I filter through a lot of information every day — books, articles online, pretty much whatever comes my way — and out of all those words, whatever sticks in my head is what I write about.
So what is sticking in my head right now?
The increase in electric rates, to be exact.
A lot of communities in southeastern Colorado are dealing with electricity rate hikes, which is no surprise considering that everything is going up. But what caught my attention is that along with a notice about the price increase, the electric companies are telling people how to save money by using less electricity.
One of their suggestions is to set the air conditioner thermostat at 78 degrees Fahrenheit. Since I usually have mine set at 80 if I’m not doing anything but reading, does that mean I’m supposed to raise the thermostat? Wouldn’t that cost me more than leaving it where it is? I might save a few cents on the cost of running the refrigerator but I haven’t found anything that says 78 degrees is a better temperature than 80 for the house and the appliances. And anyway, most of my life I lived without any air conditioning, so 80 is real luxury! Another suggestion was to use the outside grill (which I don’t have) instead of the stove or the oven because it doesn’t heat up the house.
These suggestions aren’t what caught my attention, though. It’s that utilities and other energy providers always pull this stuff — they raise the rates because they’re not making enough, so then they suggest that people use less energy and then . . . guess what?
I don’t need to guess. I know. And so do you if you’re old enough to remember the gas shortages and energy crises we dealt with during the previous century.
What happened back then was that people followed the suggestions and used considerably less energy — fuel for cars, natural gas for homes, electricity — which cut into the profits the price hike was supposed to create. That meant the energy companies ended up losing more money than if they hadn’t raised the rates in the first place. So they raised the rates again.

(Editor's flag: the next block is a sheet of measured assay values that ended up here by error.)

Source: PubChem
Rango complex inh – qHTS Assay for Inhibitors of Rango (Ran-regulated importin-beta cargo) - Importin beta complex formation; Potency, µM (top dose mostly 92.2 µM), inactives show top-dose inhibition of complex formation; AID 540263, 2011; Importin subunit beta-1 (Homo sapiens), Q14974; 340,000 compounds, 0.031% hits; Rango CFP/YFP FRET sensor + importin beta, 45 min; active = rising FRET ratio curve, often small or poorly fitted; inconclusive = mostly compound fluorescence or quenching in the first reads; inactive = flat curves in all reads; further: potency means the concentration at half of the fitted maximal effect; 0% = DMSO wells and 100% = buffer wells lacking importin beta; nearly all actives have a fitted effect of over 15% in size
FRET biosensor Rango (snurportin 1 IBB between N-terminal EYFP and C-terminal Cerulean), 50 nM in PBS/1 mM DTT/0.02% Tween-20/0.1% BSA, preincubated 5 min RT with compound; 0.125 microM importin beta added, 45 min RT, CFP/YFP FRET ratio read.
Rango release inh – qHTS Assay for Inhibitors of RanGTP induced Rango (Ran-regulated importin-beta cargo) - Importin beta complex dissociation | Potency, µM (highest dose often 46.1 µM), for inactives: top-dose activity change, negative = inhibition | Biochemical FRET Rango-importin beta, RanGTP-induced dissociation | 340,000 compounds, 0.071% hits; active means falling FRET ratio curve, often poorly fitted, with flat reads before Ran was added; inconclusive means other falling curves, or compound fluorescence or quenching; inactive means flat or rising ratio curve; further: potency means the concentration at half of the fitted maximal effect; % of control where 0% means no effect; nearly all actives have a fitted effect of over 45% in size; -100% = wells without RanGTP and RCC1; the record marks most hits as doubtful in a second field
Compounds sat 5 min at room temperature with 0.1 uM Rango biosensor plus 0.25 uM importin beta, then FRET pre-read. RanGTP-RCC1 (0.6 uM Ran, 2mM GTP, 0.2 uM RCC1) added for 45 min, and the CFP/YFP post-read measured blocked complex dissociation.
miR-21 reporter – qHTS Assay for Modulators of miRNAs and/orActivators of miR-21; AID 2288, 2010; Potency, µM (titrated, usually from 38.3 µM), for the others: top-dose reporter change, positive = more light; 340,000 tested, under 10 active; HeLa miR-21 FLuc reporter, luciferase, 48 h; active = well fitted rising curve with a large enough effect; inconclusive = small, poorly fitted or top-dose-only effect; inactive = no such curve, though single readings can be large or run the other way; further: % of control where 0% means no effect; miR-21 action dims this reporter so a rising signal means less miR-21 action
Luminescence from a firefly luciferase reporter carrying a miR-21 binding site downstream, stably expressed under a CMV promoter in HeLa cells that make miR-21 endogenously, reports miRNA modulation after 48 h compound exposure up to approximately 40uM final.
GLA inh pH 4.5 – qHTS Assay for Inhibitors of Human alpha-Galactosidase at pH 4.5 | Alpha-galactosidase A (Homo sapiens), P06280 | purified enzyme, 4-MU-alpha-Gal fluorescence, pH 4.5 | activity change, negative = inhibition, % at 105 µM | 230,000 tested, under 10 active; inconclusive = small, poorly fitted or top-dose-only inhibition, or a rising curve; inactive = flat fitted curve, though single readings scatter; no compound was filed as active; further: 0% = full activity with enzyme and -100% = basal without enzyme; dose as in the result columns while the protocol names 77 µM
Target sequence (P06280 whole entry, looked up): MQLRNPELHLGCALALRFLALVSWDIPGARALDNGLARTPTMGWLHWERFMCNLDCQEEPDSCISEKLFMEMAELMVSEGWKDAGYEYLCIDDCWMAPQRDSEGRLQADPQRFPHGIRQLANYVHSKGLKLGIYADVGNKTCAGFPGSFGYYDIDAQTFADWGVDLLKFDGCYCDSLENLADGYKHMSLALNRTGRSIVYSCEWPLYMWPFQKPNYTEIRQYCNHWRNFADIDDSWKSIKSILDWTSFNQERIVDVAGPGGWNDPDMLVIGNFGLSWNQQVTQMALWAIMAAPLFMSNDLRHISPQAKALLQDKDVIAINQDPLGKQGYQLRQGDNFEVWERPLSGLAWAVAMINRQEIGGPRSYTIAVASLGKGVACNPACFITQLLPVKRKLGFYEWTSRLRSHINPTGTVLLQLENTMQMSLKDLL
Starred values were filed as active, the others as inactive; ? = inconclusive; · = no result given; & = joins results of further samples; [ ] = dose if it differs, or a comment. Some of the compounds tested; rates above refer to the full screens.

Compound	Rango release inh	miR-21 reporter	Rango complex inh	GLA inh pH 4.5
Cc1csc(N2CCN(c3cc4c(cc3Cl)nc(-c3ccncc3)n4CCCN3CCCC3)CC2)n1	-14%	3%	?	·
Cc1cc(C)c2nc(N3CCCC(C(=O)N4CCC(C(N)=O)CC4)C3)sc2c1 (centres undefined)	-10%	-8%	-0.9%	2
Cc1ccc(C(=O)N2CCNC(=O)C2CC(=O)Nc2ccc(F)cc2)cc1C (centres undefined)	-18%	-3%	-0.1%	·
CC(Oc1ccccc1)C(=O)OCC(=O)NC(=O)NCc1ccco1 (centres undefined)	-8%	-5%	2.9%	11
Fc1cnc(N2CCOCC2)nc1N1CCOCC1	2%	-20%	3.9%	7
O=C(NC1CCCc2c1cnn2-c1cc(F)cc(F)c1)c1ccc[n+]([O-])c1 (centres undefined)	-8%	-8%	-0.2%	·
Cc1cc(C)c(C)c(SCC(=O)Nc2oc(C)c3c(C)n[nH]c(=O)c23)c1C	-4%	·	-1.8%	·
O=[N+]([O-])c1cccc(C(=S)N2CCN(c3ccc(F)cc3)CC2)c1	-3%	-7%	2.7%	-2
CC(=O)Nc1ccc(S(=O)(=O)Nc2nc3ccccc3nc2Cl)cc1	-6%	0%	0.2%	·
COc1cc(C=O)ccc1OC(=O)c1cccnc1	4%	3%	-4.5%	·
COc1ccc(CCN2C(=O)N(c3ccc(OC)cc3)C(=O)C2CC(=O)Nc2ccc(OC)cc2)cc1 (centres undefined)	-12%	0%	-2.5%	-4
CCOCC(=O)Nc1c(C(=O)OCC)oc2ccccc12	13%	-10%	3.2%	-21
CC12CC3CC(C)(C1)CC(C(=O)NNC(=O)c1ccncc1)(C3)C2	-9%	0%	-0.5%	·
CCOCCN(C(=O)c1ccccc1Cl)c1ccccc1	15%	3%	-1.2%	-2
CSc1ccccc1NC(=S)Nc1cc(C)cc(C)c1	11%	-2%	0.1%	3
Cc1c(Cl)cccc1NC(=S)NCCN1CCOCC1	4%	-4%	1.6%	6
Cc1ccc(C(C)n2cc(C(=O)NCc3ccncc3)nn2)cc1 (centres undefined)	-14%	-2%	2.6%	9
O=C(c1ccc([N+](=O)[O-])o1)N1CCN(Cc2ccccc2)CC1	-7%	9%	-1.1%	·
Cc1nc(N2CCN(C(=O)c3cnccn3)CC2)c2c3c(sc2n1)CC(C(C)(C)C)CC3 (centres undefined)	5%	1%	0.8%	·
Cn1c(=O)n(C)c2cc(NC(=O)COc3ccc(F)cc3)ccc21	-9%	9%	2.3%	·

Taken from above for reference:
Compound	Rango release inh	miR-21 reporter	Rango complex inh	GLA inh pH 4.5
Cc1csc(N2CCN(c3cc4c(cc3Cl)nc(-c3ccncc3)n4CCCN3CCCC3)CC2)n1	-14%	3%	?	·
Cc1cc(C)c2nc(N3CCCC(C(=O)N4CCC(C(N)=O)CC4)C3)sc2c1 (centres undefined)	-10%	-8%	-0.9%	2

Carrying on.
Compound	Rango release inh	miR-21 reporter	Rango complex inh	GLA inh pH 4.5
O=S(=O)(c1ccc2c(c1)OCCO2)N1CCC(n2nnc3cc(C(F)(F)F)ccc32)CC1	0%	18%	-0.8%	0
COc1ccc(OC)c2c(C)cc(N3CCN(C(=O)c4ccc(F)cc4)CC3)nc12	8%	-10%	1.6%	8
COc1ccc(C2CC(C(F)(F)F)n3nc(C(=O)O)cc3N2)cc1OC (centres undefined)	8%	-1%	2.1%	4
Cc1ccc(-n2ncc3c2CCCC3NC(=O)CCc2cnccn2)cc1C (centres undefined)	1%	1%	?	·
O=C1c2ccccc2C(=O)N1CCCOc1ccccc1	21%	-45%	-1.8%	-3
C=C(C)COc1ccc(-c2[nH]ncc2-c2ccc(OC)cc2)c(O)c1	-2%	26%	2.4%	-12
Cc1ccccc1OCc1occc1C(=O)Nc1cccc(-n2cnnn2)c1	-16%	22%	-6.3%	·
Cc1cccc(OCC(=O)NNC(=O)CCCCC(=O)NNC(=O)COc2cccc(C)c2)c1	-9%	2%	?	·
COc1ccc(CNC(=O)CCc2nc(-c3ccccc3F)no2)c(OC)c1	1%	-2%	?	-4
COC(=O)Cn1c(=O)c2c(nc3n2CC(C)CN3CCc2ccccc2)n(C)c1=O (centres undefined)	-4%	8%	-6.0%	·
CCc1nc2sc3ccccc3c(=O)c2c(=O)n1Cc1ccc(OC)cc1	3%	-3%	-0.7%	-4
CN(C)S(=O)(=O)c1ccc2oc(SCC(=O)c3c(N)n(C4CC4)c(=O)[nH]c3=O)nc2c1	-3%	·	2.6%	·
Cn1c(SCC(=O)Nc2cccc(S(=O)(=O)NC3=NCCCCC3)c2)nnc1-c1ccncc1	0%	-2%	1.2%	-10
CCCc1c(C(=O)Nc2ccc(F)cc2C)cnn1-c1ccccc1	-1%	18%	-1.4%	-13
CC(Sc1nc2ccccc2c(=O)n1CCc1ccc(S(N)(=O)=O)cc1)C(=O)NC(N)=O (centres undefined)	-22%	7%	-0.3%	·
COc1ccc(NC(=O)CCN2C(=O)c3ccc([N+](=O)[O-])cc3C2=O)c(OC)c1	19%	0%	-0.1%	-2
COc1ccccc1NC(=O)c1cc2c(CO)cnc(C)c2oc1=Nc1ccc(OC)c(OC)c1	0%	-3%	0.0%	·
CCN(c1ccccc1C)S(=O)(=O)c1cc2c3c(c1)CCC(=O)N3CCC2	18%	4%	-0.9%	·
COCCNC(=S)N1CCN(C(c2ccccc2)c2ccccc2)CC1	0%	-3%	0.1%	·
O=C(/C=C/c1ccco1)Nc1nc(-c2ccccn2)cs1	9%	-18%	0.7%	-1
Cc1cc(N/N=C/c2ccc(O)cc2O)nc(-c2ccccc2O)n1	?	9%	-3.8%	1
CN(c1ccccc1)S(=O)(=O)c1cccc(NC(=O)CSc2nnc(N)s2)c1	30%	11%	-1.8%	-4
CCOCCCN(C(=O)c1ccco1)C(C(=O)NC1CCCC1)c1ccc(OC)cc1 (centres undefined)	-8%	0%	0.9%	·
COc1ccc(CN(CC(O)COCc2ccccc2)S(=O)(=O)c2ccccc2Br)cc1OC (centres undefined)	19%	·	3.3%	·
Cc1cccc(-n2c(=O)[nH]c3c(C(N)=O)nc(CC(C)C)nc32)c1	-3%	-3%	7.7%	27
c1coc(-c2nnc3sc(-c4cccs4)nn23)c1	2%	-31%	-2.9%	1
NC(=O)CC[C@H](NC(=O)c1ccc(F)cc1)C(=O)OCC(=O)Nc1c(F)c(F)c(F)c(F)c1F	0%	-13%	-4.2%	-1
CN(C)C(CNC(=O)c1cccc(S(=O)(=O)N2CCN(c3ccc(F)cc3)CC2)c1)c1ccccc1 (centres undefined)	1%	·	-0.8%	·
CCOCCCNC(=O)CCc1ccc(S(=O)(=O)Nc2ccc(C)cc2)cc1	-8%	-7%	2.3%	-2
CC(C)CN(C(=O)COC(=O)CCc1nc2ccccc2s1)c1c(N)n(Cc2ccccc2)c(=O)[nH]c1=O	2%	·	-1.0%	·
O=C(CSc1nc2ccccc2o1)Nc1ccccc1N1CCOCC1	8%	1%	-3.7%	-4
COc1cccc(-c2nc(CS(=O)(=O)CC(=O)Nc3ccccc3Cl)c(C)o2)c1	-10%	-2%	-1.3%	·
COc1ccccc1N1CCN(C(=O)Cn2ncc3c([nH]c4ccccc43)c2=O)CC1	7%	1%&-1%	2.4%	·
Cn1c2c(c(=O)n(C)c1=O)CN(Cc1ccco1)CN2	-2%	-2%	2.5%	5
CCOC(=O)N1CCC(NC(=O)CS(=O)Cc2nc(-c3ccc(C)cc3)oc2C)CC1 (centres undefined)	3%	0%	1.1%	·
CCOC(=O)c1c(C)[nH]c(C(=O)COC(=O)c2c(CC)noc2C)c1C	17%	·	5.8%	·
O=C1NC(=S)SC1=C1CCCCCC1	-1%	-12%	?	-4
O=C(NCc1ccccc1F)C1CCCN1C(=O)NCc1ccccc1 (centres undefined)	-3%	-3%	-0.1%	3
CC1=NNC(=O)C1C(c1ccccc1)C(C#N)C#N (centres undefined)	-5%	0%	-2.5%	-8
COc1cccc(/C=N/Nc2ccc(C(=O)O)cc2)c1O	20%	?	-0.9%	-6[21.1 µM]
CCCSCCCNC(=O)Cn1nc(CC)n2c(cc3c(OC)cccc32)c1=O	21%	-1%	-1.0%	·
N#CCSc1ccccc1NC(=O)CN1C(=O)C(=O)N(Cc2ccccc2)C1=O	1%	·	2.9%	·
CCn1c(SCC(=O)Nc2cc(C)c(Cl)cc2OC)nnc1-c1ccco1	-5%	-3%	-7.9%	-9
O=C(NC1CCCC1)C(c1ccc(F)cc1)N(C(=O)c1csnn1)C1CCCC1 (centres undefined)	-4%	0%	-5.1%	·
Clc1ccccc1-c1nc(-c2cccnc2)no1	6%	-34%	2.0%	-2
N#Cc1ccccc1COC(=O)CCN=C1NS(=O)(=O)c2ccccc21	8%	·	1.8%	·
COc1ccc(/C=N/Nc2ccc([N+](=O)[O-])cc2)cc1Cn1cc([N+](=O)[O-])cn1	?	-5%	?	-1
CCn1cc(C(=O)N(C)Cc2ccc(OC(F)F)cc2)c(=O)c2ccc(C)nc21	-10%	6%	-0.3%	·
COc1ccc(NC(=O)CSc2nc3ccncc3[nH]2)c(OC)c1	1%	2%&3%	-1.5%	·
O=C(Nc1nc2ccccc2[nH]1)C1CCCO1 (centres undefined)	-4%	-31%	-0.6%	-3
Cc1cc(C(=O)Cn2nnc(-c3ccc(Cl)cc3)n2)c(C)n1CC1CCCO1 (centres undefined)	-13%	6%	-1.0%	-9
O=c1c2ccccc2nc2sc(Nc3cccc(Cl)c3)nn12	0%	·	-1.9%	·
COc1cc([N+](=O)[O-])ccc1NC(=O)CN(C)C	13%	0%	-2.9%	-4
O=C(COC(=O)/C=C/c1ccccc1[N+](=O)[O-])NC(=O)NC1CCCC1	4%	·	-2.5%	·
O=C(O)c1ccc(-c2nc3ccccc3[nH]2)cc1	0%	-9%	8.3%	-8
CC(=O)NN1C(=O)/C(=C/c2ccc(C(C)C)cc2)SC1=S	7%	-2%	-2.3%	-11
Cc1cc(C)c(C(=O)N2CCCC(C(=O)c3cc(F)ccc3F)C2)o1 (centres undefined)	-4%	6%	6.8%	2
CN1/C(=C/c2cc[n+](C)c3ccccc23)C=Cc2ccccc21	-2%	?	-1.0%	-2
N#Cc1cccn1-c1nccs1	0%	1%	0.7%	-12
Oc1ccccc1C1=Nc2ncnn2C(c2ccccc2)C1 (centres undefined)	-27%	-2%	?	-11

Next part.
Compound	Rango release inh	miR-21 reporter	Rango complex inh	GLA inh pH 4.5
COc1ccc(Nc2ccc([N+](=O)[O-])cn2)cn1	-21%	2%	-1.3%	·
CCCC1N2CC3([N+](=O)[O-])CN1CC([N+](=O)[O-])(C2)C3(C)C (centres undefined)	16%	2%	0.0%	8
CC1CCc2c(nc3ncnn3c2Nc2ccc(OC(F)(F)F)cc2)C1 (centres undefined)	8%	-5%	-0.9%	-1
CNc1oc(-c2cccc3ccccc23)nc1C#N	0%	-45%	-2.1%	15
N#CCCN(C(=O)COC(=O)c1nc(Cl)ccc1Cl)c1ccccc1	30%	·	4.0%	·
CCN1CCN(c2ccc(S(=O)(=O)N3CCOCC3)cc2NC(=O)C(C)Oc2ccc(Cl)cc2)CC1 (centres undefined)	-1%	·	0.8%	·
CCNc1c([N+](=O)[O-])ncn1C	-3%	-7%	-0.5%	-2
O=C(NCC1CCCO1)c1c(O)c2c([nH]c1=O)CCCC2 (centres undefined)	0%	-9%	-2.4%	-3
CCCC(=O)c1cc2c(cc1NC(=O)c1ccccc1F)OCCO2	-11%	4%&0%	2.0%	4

That seems to be what is happening now. And as history shows, by the time the cycle ends, no one is happy, and we end up paying way more for less.
I was being ironic with that “lucky us,” but if you forget the cost of the energy, we are lucky that we have such things as refrigeration, lights, hot water, air conditioning, and heat, though I don’t even want to think about the furnace during these incredibly hot days we’ve been having.
Still, it is amusing (somewhat) to see history repeating itself.
Pat Bertram is the author of intriguing fiction and insightful works of grief.
July 9, 2022 at 10:12 pm
There’s a truism in the commodity markets generally, and energy markets in particular – “the cure for high prices is… high prices”. I remember the high and increasing prices through the 70s. As prices got (and stayed) high though, demand was contained, supply eventually caught up, and prices crashed. I remember being in Dallas on business in the mid-80s to see for myself all the “see-through” buildings there, built to accommodate a continued boom that went bust instead. There were a lot of corporate near (and actual) death experiences in the process.
I remember crude oil futures prices going to less than zero just a couple of years ago, as storage nearly reached capacity with low demand at the start of the Bob. There would have been more near (and actual) death experiences, but for government intervention. People tend to get risk averse under such circumstances, setting the stage for the next iteration of the cycle.
My son works in IT for a company that does proprietary electricity futures trading, and we’ve had some interesting conversations about that market. In some ways it’s more complex than other energy markets, but it boils down to the same supply/demand balance. It won’t be the same as the 70s-80s, but it will likely be more similar than different.